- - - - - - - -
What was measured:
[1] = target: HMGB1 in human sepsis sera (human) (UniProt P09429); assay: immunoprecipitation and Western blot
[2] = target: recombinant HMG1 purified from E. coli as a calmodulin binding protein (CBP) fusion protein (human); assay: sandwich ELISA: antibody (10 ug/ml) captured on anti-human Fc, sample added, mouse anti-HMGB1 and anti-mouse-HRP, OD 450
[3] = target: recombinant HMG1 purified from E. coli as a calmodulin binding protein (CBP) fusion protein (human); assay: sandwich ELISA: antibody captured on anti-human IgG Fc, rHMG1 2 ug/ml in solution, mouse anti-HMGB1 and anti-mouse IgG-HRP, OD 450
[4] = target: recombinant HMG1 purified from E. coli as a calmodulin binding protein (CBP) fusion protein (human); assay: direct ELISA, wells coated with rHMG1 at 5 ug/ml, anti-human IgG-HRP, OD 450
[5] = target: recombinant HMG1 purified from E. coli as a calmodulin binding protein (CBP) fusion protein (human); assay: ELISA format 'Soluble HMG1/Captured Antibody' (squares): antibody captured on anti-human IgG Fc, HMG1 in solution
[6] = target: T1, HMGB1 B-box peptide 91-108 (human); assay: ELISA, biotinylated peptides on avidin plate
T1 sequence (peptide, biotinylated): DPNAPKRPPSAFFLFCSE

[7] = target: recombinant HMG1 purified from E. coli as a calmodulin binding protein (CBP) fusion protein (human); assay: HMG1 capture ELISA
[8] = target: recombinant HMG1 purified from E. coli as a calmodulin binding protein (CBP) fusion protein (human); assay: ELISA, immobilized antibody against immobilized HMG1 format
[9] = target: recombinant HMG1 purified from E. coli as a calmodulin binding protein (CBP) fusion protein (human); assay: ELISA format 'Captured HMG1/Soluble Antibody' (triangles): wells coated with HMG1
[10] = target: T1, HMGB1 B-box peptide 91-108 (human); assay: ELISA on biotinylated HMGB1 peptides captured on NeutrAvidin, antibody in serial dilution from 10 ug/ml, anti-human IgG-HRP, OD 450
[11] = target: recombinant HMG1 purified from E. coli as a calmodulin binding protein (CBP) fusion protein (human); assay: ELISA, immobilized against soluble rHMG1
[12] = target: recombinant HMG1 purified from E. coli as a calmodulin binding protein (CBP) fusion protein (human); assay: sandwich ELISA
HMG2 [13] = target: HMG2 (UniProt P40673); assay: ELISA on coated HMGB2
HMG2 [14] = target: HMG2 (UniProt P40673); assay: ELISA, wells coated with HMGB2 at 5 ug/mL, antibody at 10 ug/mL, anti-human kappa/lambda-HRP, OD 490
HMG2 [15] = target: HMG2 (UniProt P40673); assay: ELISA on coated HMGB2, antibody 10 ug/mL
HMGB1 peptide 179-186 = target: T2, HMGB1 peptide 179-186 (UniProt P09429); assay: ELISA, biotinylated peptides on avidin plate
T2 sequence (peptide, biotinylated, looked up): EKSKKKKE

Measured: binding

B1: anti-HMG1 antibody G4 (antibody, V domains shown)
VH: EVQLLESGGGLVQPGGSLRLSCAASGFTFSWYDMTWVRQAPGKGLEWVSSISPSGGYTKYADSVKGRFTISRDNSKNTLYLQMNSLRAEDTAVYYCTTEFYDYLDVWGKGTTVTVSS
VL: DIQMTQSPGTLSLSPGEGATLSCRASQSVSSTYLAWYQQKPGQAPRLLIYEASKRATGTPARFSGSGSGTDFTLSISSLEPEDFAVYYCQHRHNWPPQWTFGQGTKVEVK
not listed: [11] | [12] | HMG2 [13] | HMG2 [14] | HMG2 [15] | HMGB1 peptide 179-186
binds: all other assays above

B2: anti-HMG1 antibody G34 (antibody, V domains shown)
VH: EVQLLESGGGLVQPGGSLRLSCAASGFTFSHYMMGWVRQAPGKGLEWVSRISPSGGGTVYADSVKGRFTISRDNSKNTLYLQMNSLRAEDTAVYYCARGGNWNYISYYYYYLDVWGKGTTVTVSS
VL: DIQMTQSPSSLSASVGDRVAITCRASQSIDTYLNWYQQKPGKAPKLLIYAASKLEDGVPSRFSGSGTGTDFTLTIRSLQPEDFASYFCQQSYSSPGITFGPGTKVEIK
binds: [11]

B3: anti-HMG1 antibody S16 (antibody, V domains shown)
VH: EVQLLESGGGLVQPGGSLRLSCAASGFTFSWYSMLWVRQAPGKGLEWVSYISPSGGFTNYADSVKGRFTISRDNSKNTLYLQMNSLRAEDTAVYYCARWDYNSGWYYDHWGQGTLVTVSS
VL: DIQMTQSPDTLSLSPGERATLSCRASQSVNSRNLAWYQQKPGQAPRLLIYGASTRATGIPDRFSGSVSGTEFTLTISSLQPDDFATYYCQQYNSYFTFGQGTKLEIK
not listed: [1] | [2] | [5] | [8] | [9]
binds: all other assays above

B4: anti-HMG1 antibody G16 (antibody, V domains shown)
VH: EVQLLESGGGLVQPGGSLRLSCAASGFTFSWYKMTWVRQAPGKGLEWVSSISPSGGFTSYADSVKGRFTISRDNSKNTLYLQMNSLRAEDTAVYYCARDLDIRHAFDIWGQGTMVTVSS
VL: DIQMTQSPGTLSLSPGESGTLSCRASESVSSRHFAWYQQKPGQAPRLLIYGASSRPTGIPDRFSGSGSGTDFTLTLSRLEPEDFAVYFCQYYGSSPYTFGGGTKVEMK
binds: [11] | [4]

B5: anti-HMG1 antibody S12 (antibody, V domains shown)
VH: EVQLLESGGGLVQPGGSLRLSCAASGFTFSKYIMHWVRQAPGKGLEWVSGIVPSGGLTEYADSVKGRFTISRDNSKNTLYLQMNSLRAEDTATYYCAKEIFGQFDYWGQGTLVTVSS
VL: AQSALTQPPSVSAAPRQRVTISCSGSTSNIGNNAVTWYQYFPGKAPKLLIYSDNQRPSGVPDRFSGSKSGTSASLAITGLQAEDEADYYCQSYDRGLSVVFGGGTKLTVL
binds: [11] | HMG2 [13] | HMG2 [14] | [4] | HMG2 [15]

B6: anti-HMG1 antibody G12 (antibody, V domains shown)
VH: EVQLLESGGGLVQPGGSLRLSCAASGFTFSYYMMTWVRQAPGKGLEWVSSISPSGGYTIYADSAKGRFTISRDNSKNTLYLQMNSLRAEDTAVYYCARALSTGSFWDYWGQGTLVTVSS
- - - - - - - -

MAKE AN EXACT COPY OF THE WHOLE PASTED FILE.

What was measured:
[1] = target: HMGB1 in human sepsis sera (human) (UniProt P09429); assay: immunoprecipitation and Western blot
[2] = target: recombinant HMG1 purified from E. coli as a calmodulin binding protein (CBP) fusion protein (human); assay: sandwich ELISA: antibody (10 ug/ml) captured on anti-human Fc, sample added, mouse anti-HMGB1 and anti-mouse-HRP, OD 450
[3] = target: recombinant HMG1 purified from E. coli as a calmodulin binding protein (CBP) fusion protein (human); assay: sandwich ELISA: antibody captured on anti-human IgG Fc, rHMG1 2 ug/ml in solution, mouse anti-HMGB1 and anti-mouse IgG-HRP, OD 450
[4] = target: recombinant HMG1 purified from E. coli as a calmodulin binding protein (CBP) fusion protein (human); assay: direct ELISA, wells coated with rHMG1 at 5 ug/ml, anti-human IgG-HRP, OD 450
[5] = target: recombinant HMG1 purified from E. coli as a calmodulin binding protein (CBP) fusion protein (human); assay: ELISA format 'Soluble HMG1/Captured Antibody' (squares): antibody captured on anti-human IgG Fc, HMG1 in solution
[6] = target: T1, HMGB1 B-box peptide 91-108 (human); assay: ELISA, biotinylated peptides on avidin plate
T1 sequence (peptide, biotinylated): DPNAPKRPPSAFFLFCSE

[7] = target: recombinant HMG1 purified from E. coli as a calmodulin binding protein (CBP) fusion protein (human); assay: HMG1 capture ELISA
[8] = target: recombinant HMG1 purified from E. coli as a calmodulin binding protein (CBP) fusion protein (human); assay: ELISA, immobilized antibody against immobilized HMG1 format
[9] = target: recombinant HMG1 purified from E. coli as a calmodulin binding protein (CBP) fusion protein (human); assay: ELISA format 'Captured HMG1/Soluble Antibody' (triangles): wells coated with HMG1
[10] = target: T1, HMGB1 B-box peptide 91-108 (human); assay: ELISA on biotinylated HMGB1 peptides captured on NeutrAvidin, antibody in serial dilution from 10 ug/ml, anti-human IgG-HRP, OD 450
[11] = target: recombinant HMG1 purified from E. coli as a calmodulin binding protein (CBP) fusion protein (human); assay: ELISA, immobilized against soluble rHMG1
[12] = target: recombinant HMG1 purified from E. coli as a calmodulin binding protein (CBP) fusion protein (human); assay: sandwich ELISA
HMG2 [13] = target: HMG2 (UniProt P40673); assay: ELISA on coated HMGB2
HMG2 [14] = target: HMG2 (UniProt P40673); assay: ELISA, wells coated with HMGB2 at 5 ug/mL, antibody at 10 ug/mL, anti-human kappa/lambda-HRP, OD 490
HMG2 [15] = target: HMG2 (UniProt P40673); assay: ELISA on coated HMGB2, antibody 10 ug/mL
HMGB1 peptide 179-186 = target: T2, HMGB1 peptide 179-186 (UniProt P09429); assay: ELISA, biotinylated peptides on avidin plate
T2 sequence (peptide, biotinylated, looked up): EKSKKKKE

Measured: binding

B1: anti-HMG1 antibody G4 (antibody, V domains shown)
VH: EVQLLESGGGLVQPGGSLRLSCAASGFTFSWYDMTWVRQAPGKGLEWVSSISPSGGYTKYADSVKGRFTISRDNSKNTLYLQMNSLRAEDTAVYYCTTEFYDYLDVWGKGTTVTVSS
VL: DIQMTQSPGTLSLSPGEGATLSCRASQSVSSTYLAWYQQKPGQAPRLLIYEASKRATGTPARFSGSGSGTDFTLSISSLEPEDFAVYYCQHRHNWPPQWTFGQGTKVEVK
not listed: [11] | [12] | HMG2 [13] | HMG2 [14] | HMG2 [15] | HMGB1 peptide 179-186
binds: all other assays above

B2: anti-HMG1 antibody G34 (antibody, V domains shown)
VH: EVQLLESGGGLVQPGGSLRLSCAASGFTFSHYMMGWVRQAPGKGLEWVSRISPSGGGTVYADSVKGRFTISRDNSKNTLYLQMNSLRAEDTAVYYCARGGNWNYISYYYYYLDVWGKGTTVTVSS
VL: DIQMTQSPSSLSASVGDRVAITCRASQSIDTYLNWYQQKPGKAPKLLIYAASKLEDGVPSRFSGSGTGTDFTLTIRSLQPEDFASYFCQQSYSSPGITFGPGTKVEIK
binds: [11]

B3: anti-HMG1 antibody S16 (antibody, V domains shown)
VH: EVQLLESGGGLVQPGGSLRLSCAASGFTFSWYSMLWVRQAPGKGLEWVSYISPSGGFTNYADSVKGRFTISRDNSKNTLYLQMNSLRAEDTAVYYCARWDYNSGWYYDHWGQGTLVTVSS
VL: DIQMTQSPDTLSLSPGERATLSCRASQSVNSRNLAWYQQKPGQAPRLLIYGASTRATGIPDRFSGSVSGTEFTLTISSLQPDDFATYYCQQYNSYFTFGQGTKLEIK
not listed: [1] | [2] | [5] | [8] | [9]
binds: all other assays above

B4: anti-HMG1 antibody G16 (antibody, V domains shown)
VH: EVQLLESGGGLVQPGGSLRLSCAASGFTFSWYKMTWVRQAPGKGLEWVSSISPSGGFTSYADSVKGRFTISRDNSKNTLYLQMNSLRAEDTAVYYCARDLDIRHAFDIWGQGTMVTVSS
VL: DIQMTQSPGTLSLSPGESGTLSCRASESVSSRHFAWYQQKPGQAPRLLIYGASSRPTGIPDRFSGSGSGTDFTLTLSRLEPEDFAVYFCQYYGSSPYTFGGGTKVEMK
binds: [11] | [4]

B5: anti-HMG1 antibody S12 (antibody, V domains shown)
VH: EVQLLESGGGLVQPGGSLRLSCAASGFTFSKYIMHWVRQAPGKGLEWVSGIVPSGGLTEYADSVKGRFTISRDNSKNTLYLQMNSLRAEDTATYYCAKEIFGQFDYWGQGTLVTVSS
VL: AQSALTQPPSVSAAPRQRVTISCSGSTSNIGNNAVTWYQYFPGKAPKLLIYSDNQRPSGVPDRFSGSKSGTSASLAITGLQAEDEADYYCQSYDRGLSVVFGGGTKLTVL
binds: [11] | HMG2 [13] | HMG2 [14] | [4] | HMG2 [15]

B6: anti-HMG1 antibody G12 (antibody, V domains shown)
VH: EVQLLESGGGLVQPGGSLRLSCAASGFTFSYYMMTWVRQAPGKGLEWVSSISPSGGYTIYADSAKGRFTISRDNSKNTLYLQMNSLRAEDTAVYYCARALSTGSFWDYWGQGTLVTVSS